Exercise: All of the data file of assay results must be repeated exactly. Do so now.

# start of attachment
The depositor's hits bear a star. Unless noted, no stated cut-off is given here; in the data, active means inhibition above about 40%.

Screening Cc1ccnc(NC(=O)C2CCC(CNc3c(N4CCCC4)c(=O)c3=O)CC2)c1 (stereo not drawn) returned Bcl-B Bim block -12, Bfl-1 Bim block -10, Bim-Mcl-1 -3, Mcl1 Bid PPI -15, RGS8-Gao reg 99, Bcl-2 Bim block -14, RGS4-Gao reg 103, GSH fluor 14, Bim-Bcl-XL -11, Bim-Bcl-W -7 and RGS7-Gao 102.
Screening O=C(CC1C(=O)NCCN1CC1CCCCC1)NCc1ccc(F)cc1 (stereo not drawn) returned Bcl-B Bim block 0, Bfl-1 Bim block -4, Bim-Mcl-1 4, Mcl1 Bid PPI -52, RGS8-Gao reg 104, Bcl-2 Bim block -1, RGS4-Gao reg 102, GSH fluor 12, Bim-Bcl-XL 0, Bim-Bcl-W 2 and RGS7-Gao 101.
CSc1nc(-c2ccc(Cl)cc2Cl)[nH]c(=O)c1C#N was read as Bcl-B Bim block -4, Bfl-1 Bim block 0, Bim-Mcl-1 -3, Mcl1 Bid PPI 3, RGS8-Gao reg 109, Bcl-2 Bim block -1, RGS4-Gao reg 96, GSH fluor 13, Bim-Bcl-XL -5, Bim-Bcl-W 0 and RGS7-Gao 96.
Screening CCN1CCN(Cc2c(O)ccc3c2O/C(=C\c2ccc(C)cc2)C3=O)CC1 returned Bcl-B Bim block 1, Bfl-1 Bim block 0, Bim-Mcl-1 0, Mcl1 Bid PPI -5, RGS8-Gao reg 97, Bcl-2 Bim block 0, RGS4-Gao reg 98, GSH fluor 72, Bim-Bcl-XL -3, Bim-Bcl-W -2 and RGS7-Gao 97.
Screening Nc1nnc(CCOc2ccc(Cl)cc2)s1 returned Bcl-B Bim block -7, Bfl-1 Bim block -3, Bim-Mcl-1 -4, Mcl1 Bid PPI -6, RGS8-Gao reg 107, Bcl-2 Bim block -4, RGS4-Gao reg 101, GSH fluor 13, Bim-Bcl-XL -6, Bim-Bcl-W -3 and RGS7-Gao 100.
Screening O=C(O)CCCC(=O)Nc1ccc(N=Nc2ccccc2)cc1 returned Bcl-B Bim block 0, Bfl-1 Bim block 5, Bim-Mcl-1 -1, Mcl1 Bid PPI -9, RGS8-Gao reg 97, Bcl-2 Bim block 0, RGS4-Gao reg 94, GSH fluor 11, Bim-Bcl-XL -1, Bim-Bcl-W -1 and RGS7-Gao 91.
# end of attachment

The depositor's hits bear a star. Unless noted, no stated cut-off is given here; in the data, active means inhibition above about 40%.

Screening Cc1ccnc(NC(=O)C2CCC(CNc3c(N4CCCC4)c(=O)c3=O)CC2)c1 (stereo not drawn) returned Bcl-B Bim block -12, Bfl-1 Bim block -10, Bim-Mcl-1 -3, Mcl1 Bid PPI -15, RGS8-Gao reg 99, Bcl-2 Bim block -14, RGS4-Gao reg 103, GSH fluor 14, Bim-Bcl-XL -11, Bim-Bcl-W -7 and RGS7-Gao 102.
Screening O=C(CC1C(=O)NCCN1CC1CCCCC1)NCc1ccc(F)cc1 (stereo not drawn) returned Bcl-B Bim block 0, Bfl-1 Bim block -4, Bim-Mcl-1 4, Mcl1 Bid PPI -52, RGS8-Gao reg 104, Bcl-2 Bim block -1, RGS4-Gao reg 102, GSH fluor 12, Bim-Bcl-XL 0, Bim-Bcl-W 2 and RGS7-Gao 101.
CSc1nc(-c2ccc(Cl)cc2Cl)[nH]c(=O)c1C#N was read as Bcl-B Bim block -4, Bfl-1 Bim block 0, Bim-Mcl-1 -3, Mcl1 Bid PPI 3, RGS8-Gao reg 109, Bcl-2 Bim block -1, RGS4-Gao reg 96, GSH fluor 13, Bim-Bcl-XL -5, Bim-Bcl-W 0 and RGS7-Gao 96.
Screening CCN1CCN(Cc2c(O)ccc3c2O/C(=C\c2ccc(C)cc2)C3=O)CC1 returned Bcl-B Bim block 1, Bfl-1 Bim block 0, Bim-Mcl-1 0, Mcl1 Bid PPI -5, RGS8-Gao reg 97, Bcl-2 Bim block 0, RGS4-Gao reg 98, GSH fluor 72, Bim-Bcl-XL -3, Bim-Bcl-W -2 and RGS7-Gao 97.
Screening Nc1nnc(CCOc2ccc(Cl)cc2)s1 returned Bcl-B Bim block -7, Bfl-1 Bim block -3, Bim-Mcl-1 -4, Mcl1 Bid PPI -6, RGS8-Gao reg 107, Bcl-2 Bim block -4, RGS4-Gao reg 101, GSH fluor 13, Bim-Bcl-XL -6, Bim-Bcl-W -3 and RGS7-Gao 100.
Screening O=C(O)CCCC(=O)Nc1ccc(N=Nc2ccccc2)cc1 returned Bcl-B Bim block 0, Bfl-1 Bim block 5, Bim-Mcl-1 -1, Mcl1 Bid PPI -9, RGS8-Gao reg 97, Bcl-2 Bim block 0, RGS4-Gao reg 94, GSH fluor 11, Bim-Bcl-XL -1, Bim-Bcl-W -1 and RGS7-Gao 91.